Innovation through collaboration

Open innovation is not a new phenomenon. During the first decades of the 20th century, industrial enterprises in the United States co-operated and sourced R&D services from dedicated, external R&D labs. Associative behaviour – from gentlemen agreements through cartels and co-ordination linked to trade associations – was common, and critical to the survival of what was then an industrial structure dominated by small firms

The years following the Second World War saw this landscape change dramatically; it not was until the 1990s that different innovation system approaches gained increasing influence with a high interest in the external organization of innovation, resulting in focus on extended enterprises and collaborative advantages across organizational boundaries

Since the start of the 21st century the economic globalization is forcing companies to go abroad to interact with the most demanding or competent customers, the cheapest or most competent suppliers, to seek ideas and knowledge within world leading research environments and seek new markets for their technologies. This “opening up” of firms, reflect a transition “from an internal knowledge base of firms to an open and globally distributed knowledge networks”

Dr. Henry Chesbrough is a co-founder of the Open Innovation Community and created the theory and coined the term “open Innovation” which is defined as “a paradigm that assumes that firms can and should use external ideas as well as internal ideas, and internal and external paths to market, as the firms look to advance their technology”.

In this video he explains the basics of open innovation…

Imagen de previsualización de YouTube

 

The boundaries between a firm and its environment have become more permeable; the central idea behind open innovation is that in a world of widely distributed knowledge, companies cannot afford to rely entirely on their own research, but should instead work with external input to the innovation process just as naturally as it does with internal input.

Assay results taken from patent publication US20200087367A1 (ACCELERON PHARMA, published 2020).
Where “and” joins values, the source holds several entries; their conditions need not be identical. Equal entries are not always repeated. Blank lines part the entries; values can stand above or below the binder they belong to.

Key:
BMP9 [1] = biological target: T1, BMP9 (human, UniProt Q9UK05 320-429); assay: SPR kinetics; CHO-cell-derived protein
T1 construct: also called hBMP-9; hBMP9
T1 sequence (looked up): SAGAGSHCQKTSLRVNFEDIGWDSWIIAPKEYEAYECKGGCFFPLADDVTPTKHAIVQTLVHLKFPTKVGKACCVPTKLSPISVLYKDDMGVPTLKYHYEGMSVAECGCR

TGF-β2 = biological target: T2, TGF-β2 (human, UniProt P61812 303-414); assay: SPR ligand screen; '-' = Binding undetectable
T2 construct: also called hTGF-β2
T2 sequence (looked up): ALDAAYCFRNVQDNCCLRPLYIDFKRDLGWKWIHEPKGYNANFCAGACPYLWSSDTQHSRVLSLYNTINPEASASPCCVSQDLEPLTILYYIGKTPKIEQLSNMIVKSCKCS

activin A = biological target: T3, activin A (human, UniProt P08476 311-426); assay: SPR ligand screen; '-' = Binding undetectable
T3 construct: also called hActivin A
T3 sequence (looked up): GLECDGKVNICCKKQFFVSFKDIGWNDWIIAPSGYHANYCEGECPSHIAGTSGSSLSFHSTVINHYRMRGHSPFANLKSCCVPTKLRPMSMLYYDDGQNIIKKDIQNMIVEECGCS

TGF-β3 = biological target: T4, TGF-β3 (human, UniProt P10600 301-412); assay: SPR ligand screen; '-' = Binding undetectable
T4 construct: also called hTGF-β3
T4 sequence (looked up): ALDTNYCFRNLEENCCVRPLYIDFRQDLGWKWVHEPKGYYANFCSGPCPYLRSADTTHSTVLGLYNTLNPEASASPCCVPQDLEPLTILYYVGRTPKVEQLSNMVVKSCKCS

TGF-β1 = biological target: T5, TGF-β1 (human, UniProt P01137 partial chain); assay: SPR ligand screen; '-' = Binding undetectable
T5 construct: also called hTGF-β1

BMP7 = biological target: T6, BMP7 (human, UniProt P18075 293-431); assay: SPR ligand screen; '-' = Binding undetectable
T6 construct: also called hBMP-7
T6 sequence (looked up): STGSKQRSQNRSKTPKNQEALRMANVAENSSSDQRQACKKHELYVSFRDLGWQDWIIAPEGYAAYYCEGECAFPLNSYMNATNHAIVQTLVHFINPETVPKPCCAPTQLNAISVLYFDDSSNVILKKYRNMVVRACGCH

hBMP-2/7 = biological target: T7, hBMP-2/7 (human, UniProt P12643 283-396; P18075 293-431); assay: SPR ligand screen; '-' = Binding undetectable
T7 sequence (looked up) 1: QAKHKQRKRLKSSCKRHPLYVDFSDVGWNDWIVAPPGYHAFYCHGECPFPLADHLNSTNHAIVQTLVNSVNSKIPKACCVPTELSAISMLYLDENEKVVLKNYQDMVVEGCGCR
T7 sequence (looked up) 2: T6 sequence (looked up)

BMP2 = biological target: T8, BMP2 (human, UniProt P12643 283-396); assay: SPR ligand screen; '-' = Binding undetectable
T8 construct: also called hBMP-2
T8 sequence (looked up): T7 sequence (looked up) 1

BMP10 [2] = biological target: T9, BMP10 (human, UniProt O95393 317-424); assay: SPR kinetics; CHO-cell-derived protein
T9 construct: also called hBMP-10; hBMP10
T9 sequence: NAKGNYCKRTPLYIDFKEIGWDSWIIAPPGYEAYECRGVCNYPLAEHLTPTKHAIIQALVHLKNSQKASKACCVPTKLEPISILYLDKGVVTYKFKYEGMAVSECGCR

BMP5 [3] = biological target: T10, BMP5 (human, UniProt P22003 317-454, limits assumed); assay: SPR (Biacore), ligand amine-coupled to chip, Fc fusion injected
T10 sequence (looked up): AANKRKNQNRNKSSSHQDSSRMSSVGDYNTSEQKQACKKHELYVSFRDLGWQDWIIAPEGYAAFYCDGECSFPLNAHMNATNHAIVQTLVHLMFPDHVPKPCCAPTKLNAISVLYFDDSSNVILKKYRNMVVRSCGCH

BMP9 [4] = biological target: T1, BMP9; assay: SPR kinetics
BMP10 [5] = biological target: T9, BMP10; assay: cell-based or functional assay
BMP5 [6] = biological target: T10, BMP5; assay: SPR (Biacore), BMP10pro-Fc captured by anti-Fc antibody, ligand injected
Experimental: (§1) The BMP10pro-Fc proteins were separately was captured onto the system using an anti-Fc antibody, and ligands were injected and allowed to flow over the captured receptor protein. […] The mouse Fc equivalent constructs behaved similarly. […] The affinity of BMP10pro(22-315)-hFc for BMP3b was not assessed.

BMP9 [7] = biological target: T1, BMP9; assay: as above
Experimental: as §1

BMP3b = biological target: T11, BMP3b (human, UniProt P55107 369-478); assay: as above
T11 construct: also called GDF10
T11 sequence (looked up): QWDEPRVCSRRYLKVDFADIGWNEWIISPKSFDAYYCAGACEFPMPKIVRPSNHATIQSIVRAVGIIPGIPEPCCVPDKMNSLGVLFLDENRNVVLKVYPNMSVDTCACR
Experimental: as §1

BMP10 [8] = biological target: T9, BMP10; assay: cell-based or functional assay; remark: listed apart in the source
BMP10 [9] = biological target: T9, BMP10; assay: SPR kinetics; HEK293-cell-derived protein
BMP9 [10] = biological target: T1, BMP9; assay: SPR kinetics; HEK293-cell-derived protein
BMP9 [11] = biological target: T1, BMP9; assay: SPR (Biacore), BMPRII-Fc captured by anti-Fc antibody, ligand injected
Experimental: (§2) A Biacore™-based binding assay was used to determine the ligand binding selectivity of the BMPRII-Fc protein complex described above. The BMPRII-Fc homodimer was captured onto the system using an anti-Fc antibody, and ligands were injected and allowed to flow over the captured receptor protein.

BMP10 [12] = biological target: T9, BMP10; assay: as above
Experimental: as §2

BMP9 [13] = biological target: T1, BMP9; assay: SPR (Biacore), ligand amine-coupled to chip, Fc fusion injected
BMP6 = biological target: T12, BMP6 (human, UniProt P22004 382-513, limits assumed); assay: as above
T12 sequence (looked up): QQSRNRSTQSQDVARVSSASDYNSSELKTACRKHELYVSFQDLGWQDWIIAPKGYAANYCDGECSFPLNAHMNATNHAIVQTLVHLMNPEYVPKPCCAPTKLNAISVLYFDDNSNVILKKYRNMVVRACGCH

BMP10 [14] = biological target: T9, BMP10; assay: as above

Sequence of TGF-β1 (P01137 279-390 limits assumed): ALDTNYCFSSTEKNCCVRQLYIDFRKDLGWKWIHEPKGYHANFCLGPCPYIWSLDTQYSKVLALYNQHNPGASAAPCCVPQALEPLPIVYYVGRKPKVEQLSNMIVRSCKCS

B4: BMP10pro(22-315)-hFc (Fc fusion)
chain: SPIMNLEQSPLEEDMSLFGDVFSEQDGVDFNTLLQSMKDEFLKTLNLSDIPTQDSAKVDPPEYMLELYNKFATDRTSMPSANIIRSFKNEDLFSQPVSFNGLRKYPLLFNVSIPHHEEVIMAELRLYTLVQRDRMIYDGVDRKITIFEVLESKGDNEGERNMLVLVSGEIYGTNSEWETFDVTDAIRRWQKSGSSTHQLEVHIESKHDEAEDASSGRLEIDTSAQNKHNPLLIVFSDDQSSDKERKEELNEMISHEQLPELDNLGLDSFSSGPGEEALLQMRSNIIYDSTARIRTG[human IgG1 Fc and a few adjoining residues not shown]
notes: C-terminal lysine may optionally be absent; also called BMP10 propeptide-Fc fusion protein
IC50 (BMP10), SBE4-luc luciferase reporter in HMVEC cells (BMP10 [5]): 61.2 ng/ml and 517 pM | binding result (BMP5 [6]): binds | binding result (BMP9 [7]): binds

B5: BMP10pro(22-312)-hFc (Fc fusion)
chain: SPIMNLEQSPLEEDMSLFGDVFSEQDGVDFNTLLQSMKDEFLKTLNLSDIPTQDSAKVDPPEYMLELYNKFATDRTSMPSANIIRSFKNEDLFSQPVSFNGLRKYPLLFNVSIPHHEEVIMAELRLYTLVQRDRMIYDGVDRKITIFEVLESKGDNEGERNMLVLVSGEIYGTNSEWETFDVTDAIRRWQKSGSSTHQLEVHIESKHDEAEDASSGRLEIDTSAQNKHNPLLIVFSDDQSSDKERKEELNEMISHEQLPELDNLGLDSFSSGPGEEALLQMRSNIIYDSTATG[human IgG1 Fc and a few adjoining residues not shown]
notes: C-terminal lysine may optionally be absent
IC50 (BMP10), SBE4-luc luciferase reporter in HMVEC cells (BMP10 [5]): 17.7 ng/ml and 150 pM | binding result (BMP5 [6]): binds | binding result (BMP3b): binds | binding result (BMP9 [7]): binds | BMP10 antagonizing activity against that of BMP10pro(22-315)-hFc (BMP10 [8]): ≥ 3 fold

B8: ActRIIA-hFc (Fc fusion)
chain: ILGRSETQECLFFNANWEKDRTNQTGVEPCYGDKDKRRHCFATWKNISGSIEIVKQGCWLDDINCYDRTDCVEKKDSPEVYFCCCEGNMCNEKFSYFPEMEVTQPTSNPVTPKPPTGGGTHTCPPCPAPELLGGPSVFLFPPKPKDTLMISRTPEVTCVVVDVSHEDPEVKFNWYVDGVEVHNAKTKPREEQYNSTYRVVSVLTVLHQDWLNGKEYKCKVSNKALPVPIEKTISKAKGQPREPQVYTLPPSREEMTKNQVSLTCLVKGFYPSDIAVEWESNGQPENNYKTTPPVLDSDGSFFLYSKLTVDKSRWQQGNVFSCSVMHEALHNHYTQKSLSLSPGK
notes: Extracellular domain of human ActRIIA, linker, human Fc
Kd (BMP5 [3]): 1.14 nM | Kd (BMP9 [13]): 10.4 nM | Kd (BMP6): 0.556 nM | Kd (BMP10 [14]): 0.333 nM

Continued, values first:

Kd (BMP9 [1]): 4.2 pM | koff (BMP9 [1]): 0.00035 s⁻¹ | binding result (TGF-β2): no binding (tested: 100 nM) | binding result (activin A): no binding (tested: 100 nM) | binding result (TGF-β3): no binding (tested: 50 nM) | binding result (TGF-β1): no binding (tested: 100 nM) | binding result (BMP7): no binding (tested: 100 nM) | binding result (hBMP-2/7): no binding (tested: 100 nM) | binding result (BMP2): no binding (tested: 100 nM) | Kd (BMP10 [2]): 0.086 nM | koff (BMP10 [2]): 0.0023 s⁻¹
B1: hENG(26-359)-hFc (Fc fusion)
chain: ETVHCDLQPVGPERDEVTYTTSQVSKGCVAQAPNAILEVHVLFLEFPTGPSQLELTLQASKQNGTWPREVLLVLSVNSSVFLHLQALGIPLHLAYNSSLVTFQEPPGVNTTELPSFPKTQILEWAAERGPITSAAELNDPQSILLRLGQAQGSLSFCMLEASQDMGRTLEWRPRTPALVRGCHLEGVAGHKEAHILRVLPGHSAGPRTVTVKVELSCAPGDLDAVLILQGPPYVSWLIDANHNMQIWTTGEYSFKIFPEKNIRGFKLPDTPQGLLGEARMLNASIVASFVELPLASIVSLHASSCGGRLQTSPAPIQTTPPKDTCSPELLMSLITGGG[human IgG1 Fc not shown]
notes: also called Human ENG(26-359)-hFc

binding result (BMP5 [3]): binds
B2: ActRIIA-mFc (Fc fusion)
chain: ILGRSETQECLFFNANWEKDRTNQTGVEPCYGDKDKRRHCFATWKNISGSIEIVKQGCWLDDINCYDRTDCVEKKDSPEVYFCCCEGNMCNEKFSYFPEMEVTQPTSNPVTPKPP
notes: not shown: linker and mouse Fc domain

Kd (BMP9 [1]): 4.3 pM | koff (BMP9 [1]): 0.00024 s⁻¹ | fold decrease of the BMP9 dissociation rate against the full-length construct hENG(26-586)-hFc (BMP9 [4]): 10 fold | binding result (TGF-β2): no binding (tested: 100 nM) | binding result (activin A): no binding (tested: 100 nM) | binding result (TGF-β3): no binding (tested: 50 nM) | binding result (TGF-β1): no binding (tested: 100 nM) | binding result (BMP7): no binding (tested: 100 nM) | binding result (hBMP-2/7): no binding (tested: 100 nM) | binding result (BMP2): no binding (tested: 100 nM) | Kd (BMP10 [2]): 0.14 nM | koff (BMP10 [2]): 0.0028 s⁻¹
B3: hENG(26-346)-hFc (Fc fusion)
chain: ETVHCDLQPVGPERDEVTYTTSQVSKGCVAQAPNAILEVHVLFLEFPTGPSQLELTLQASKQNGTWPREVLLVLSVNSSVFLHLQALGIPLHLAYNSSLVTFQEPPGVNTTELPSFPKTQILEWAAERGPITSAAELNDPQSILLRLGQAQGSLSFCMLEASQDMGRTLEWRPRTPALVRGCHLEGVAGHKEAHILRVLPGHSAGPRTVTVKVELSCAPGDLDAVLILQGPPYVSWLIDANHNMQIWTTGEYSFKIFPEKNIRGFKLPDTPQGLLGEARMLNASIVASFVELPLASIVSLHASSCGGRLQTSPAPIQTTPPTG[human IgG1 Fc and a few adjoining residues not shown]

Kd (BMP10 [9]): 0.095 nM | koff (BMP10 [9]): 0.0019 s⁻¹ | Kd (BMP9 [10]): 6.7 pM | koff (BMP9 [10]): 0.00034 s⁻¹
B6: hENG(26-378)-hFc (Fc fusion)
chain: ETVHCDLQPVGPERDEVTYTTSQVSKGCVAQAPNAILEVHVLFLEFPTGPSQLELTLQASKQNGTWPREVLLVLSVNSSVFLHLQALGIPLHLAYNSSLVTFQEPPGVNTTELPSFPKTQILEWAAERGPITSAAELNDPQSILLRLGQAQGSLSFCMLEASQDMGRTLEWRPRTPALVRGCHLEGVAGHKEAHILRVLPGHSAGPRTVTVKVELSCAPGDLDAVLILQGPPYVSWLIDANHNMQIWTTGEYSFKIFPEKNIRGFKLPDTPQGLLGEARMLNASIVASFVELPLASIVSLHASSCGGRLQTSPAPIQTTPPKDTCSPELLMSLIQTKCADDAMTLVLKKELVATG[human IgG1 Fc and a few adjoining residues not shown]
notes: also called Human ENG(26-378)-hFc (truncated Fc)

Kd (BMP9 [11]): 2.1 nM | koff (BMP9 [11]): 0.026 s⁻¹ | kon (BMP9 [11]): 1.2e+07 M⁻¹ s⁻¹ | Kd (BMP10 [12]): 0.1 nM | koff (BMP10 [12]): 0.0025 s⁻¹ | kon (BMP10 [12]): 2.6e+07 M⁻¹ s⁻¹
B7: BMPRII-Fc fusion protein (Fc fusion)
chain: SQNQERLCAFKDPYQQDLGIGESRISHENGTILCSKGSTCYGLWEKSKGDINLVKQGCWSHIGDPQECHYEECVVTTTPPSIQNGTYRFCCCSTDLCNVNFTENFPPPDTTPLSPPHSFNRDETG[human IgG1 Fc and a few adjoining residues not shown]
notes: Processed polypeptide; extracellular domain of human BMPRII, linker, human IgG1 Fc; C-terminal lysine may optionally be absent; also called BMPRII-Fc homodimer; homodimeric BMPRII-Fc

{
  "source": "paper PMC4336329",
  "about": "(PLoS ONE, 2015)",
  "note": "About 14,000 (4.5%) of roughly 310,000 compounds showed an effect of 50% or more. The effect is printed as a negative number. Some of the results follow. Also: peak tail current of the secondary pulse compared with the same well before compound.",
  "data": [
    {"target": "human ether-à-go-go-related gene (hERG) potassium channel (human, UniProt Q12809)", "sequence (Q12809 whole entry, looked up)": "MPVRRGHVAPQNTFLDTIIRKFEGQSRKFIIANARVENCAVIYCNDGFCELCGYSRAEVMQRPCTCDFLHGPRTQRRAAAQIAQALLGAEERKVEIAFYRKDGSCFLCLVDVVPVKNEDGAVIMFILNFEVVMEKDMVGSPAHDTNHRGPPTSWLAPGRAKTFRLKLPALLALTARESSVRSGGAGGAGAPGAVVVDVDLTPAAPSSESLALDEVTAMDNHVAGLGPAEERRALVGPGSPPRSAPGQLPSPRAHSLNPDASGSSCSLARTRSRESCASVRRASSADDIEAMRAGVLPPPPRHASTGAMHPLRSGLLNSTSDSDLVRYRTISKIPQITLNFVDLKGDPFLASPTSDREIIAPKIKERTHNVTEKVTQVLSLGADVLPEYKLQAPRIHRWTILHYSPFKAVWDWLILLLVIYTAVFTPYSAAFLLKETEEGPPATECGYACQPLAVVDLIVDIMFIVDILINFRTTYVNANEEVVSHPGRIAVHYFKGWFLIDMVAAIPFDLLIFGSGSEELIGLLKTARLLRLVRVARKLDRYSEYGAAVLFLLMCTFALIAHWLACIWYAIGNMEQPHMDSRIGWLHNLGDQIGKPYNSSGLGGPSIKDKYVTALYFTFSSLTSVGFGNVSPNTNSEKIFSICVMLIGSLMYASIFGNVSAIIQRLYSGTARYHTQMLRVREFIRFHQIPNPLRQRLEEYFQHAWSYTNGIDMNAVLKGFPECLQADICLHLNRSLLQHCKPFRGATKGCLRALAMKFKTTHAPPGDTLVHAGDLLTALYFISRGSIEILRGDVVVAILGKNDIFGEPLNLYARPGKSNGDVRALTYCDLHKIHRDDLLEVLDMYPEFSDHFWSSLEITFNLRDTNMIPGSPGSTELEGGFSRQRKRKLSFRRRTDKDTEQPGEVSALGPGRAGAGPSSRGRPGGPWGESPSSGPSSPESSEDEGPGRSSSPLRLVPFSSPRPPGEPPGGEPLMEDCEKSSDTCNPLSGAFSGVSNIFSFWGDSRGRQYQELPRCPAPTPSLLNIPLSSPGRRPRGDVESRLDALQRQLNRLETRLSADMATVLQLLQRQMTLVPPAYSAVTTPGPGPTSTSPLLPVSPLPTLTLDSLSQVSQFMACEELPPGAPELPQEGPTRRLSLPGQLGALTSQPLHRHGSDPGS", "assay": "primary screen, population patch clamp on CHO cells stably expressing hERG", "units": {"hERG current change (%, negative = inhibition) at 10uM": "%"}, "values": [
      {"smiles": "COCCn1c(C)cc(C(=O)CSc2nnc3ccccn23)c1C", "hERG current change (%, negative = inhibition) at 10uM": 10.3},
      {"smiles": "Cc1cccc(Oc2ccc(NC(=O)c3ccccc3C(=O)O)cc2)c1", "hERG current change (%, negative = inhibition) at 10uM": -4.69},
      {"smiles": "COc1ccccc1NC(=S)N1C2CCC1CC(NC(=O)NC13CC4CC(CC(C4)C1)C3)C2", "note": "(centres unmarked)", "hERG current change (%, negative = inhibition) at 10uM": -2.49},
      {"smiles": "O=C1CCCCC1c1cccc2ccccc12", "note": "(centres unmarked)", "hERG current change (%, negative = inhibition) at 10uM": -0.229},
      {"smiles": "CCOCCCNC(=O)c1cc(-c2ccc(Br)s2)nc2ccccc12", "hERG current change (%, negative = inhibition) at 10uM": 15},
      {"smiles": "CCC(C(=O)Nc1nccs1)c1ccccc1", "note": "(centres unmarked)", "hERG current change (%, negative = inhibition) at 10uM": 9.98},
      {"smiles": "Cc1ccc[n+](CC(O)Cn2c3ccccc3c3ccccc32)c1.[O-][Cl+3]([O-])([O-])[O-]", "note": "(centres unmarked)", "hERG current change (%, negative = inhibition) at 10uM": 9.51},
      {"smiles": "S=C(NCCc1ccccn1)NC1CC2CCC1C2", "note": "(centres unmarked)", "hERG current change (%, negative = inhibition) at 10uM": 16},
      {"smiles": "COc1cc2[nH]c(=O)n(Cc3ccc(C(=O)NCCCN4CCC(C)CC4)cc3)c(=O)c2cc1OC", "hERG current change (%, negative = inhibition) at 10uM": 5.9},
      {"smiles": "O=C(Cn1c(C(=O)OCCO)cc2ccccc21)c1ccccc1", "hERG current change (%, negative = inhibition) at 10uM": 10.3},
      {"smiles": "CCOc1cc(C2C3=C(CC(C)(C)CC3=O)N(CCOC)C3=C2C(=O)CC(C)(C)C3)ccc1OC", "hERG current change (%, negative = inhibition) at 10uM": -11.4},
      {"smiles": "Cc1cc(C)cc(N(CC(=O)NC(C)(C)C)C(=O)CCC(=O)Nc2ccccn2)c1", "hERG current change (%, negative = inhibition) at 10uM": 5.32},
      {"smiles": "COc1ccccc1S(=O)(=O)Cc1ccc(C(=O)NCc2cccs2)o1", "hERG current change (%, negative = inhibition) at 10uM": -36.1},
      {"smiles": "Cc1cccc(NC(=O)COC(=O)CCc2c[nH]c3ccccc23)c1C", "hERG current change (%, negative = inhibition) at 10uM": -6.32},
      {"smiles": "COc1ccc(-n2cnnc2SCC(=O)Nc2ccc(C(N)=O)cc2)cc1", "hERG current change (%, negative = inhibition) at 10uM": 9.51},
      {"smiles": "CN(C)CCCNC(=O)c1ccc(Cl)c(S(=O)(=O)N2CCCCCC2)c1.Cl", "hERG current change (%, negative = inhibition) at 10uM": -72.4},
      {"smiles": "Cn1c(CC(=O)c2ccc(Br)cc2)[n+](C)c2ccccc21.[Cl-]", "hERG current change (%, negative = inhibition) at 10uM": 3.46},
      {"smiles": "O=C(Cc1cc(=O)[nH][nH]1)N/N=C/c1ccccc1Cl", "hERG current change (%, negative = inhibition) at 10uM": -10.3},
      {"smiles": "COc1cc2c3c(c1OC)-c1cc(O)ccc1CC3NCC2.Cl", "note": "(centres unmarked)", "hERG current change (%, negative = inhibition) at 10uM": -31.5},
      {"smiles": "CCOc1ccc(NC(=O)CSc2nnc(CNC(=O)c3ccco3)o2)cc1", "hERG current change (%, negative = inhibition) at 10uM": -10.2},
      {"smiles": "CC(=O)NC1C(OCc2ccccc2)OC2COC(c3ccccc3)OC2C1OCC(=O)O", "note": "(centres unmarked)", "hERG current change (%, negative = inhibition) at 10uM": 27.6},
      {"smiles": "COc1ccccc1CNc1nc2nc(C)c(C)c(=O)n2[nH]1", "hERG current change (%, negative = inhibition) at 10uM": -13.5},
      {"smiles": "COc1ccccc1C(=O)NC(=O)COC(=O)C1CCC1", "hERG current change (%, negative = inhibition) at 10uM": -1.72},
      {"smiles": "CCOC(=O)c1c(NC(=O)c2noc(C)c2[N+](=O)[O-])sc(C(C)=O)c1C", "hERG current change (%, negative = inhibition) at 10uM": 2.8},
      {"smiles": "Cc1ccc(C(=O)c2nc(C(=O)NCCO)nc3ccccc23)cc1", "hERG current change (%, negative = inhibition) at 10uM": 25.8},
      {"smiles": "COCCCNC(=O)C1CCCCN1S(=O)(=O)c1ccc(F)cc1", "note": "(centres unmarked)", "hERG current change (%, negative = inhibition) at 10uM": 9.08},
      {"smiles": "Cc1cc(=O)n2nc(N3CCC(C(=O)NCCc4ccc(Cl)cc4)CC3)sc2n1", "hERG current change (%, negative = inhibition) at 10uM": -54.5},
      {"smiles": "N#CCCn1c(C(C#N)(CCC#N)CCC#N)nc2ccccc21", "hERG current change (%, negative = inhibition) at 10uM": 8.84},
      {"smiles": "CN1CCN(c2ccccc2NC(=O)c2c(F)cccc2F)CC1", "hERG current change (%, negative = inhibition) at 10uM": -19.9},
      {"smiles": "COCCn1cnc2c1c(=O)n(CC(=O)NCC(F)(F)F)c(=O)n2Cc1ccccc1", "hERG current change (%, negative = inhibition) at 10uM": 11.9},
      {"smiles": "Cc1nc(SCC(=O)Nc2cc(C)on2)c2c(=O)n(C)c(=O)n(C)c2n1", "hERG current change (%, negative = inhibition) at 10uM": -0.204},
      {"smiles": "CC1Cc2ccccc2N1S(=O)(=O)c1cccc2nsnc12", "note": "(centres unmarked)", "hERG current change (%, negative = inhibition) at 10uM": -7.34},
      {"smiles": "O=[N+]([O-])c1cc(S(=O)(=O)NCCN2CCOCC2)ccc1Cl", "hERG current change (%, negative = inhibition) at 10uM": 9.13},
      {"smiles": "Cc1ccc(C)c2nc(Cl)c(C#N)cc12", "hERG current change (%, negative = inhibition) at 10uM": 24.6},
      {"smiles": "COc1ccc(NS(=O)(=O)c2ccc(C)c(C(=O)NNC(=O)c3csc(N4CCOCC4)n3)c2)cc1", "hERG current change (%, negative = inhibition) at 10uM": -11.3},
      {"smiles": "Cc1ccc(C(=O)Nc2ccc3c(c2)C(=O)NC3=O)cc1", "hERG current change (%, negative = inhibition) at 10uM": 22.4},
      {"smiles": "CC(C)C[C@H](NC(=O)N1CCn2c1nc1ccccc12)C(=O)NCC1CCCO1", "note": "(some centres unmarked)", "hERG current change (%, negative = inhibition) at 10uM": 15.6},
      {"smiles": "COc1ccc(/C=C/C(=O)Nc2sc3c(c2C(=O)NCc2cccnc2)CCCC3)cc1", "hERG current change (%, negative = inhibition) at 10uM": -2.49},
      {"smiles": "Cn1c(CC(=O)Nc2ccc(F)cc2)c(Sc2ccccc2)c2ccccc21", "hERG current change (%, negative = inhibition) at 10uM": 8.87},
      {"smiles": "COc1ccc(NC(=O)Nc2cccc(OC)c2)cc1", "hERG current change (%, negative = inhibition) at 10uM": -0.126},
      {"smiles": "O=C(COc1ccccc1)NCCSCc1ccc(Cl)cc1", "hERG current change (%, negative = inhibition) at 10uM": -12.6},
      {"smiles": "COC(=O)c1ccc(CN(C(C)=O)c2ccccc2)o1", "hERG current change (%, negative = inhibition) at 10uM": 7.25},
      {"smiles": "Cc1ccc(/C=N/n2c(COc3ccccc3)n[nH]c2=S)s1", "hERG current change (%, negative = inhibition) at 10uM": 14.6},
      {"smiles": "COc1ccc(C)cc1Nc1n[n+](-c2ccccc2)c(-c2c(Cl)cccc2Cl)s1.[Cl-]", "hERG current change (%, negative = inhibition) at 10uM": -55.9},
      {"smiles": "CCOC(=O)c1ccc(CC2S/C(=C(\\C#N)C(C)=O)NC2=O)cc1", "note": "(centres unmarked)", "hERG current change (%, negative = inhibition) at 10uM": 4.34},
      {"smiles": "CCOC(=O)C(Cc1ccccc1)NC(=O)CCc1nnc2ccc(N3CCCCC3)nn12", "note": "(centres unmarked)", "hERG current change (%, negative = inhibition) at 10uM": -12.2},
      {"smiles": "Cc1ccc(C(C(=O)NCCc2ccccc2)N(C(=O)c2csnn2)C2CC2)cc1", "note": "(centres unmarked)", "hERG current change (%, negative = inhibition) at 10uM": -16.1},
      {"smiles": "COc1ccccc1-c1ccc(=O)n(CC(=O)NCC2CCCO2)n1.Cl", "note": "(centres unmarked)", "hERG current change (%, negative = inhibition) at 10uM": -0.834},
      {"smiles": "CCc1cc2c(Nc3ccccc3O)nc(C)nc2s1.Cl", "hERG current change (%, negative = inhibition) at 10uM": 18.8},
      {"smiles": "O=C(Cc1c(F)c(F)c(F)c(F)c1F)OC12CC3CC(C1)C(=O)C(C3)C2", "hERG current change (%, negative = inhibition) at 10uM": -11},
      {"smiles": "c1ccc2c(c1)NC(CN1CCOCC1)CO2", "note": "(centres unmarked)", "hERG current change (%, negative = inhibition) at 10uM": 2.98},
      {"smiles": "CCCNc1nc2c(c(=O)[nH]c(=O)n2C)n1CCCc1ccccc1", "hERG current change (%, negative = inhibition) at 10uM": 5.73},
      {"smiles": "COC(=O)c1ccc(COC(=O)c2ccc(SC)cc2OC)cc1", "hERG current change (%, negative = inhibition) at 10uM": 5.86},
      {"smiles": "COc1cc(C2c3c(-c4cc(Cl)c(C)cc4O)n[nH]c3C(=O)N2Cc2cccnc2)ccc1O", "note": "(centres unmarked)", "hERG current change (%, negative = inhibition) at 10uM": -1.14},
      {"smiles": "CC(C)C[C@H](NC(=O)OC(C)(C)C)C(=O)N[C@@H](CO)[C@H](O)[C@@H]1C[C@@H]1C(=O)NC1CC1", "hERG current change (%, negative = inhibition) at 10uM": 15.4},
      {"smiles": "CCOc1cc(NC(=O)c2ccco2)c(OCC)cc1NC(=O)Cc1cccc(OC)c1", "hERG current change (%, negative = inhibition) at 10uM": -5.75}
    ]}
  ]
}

Companies can take any number of approaches to open innovation, for instance by using tools and techniques such as crowdsourcing, user-driven innovation or co-creation since it is about connecting with others to find new ideas and, often, to co-develop and co-market them. No matter what form these open-innovation efforts take, they offer companies several important advantages over traditional innovation methods. The most obvious benefit is risk reduction —combinations like these share the financial underwriting and require less manpower from each organization than if they’d gone it alone. But there are also other less obvious benefits like higher levels of brainpower applied (as the old saying goes, “two heads are better than one”), quicker to scale or validity, mainly  in open-innovation situations that involve a potential provider and a customer, the team has access to field conditions where the essential issues lie. Solving the right problems is half the battle of innovation, primarily because working on the wrong problems is so costly.

Despite the advantages, open innovation is frequently a leap of faith; however, there are many examples of recent collaborative efforts that have been successful…

Nowadays, innovation has become a key factor for the economic success and a requisite for sustainable development. In a complex and highly competitive global market, companies have to innovate and develop commercially viable products and services faster than ever. In that context, open innovation should be understood as a philosophy that the company need to embrace within its organization so it can meet these new challenges.

 

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